Unified Government Commissioner Tom Burroughs said today that he is a big supporter of law enforcement, and he said the police chief, sheriff and district attorney just need to sit down and talk things out. He also said that they all probably have the same goals.

Today District Attorney Dupree sent a response that addressed some of the concerns in the chief’s and sheriff’s letter.

One of Dupree’s points was that the mechanism in the same state law quoted by the chief’s letter would be used by the CIU in reviewing cases. The conviction integrity unit would use law students as interns, who are supervised by lawyers. Some of those law students already are provisionally approved to practice law, according to the district attorney’s letter.

District Attorney Dupree’s letter:

“To the Unified Government Board of County Commissioners:

“Following our Commission Meeting yesterday when members of the Community Liaison Board spoke about the need for the Conviction Integrity Unit, I was provided a copy of the Kansas City, Kansas, Police Department’s letter regarding the funding of this Unit, written to Kansas Attorney General Derek Schmidt. I also observed the conversation via television, wherein funding of the Unit was approved, but concerns due to this letter were raised.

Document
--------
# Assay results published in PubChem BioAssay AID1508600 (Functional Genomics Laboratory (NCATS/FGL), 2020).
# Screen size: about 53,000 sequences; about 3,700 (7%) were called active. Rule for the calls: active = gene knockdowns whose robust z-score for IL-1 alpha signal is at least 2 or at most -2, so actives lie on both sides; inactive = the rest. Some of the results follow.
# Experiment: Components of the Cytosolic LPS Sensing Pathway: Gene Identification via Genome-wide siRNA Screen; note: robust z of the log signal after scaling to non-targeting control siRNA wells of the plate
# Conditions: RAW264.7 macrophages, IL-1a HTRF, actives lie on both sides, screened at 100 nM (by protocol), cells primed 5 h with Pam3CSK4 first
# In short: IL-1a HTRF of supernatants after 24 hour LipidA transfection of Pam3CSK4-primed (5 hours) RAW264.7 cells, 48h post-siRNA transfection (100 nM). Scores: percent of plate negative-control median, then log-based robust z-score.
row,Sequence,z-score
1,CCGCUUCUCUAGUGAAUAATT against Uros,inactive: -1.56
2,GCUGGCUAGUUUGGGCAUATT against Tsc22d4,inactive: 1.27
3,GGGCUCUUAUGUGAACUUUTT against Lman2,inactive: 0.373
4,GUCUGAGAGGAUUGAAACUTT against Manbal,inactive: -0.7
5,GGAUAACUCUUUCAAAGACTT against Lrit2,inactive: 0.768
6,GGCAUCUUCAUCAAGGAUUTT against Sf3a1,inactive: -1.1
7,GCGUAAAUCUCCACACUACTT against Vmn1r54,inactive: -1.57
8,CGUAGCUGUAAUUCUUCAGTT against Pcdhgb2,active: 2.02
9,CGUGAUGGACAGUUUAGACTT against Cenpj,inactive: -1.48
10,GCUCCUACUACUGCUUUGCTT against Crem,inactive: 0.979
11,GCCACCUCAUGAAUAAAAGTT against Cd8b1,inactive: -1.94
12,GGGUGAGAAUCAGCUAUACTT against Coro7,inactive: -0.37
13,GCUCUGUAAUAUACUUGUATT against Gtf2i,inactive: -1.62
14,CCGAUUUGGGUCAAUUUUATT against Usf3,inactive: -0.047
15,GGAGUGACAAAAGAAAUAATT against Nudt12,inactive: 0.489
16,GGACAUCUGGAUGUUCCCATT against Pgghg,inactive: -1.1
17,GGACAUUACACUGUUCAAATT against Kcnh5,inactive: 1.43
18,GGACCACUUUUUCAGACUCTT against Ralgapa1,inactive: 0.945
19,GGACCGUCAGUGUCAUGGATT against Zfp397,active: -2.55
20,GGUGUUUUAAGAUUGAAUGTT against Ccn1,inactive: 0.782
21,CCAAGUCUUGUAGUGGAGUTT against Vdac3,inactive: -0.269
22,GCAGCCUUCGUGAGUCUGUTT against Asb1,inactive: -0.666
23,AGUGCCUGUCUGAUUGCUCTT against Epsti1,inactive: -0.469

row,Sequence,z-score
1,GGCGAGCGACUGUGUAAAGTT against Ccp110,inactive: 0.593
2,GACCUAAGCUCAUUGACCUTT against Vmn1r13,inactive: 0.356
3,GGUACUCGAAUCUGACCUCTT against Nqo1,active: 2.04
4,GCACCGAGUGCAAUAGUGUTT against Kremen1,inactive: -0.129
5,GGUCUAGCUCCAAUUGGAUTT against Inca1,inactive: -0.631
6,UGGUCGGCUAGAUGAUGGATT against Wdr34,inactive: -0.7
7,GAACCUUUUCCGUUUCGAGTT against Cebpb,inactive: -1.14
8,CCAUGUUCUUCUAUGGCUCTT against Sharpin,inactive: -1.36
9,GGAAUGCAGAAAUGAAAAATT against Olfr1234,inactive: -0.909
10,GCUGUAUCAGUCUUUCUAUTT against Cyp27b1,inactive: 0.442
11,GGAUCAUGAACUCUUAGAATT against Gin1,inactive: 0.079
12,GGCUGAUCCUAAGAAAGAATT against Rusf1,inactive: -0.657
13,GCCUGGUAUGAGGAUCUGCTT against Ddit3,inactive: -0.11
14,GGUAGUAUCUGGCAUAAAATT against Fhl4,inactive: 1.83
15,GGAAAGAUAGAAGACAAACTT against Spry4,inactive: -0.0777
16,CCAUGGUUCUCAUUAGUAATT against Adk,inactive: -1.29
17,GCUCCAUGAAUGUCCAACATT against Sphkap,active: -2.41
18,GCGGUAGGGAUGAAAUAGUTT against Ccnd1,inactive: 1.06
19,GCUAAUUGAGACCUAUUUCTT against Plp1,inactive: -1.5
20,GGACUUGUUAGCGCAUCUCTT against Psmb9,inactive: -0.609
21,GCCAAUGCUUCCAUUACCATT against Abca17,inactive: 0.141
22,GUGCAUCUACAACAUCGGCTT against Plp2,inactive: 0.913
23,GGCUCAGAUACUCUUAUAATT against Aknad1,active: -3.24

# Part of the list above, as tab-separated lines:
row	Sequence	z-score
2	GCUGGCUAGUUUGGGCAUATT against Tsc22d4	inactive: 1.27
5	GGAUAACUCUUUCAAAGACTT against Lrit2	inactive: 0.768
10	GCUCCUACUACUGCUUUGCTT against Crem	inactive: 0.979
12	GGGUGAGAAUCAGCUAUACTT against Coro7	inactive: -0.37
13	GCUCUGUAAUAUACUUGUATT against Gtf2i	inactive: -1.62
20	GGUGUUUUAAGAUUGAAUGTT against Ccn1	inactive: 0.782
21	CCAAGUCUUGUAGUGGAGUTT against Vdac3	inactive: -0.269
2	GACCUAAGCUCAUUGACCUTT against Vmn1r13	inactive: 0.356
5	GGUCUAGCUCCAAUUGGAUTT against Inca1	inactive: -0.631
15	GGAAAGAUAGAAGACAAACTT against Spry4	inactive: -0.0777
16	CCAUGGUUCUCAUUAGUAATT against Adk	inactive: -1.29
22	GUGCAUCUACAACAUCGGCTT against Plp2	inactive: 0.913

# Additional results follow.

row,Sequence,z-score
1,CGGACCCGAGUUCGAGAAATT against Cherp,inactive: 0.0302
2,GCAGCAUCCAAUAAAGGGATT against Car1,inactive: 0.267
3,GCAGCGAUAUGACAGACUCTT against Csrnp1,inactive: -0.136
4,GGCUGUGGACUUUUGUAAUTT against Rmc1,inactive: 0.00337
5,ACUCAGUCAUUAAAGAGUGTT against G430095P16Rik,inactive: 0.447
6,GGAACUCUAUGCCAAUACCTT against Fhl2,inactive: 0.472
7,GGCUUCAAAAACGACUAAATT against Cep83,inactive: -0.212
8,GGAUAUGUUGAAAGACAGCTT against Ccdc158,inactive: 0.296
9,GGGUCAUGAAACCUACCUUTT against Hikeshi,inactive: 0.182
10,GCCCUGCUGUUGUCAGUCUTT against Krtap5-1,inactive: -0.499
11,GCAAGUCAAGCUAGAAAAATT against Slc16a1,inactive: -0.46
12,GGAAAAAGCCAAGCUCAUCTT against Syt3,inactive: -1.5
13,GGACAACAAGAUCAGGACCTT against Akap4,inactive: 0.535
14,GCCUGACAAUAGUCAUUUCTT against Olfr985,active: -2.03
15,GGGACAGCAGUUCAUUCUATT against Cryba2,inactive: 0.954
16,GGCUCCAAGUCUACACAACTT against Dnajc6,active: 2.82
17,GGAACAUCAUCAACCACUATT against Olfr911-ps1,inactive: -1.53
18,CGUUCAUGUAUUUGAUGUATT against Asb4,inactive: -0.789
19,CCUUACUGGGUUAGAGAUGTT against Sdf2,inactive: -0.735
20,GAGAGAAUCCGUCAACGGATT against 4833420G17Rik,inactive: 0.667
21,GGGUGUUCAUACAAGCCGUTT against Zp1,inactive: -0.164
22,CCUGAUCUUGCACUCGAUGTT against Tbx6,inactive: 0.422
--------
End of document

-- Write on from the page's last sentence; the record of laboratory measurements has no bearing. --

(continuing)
“First, I am deeply appreciative of this Commission’s clear commitment to fund the Conviction Integrity Unit. It is likewise heartwarming to see that the two largest Law Enforcement Agencies, along with their Fraternal Orders of Police, support efforts to review and correct wrongful convictions. I want to address some of the concerns expressed in both the letter and the Commission Meeting:

“1. After winning the Primary Election, but prior to being sworn in as District Attorney, I began to receive letters from incarcerated individuals and their families, claiming the inmate had been wrongfully convicted. In my 18 months as District Attorney, I have received requests for review on approximately 200 cases. Of those, a cursory review of the circumstances surrounding the investigation and conviction showed that only 19 warranted potential further review.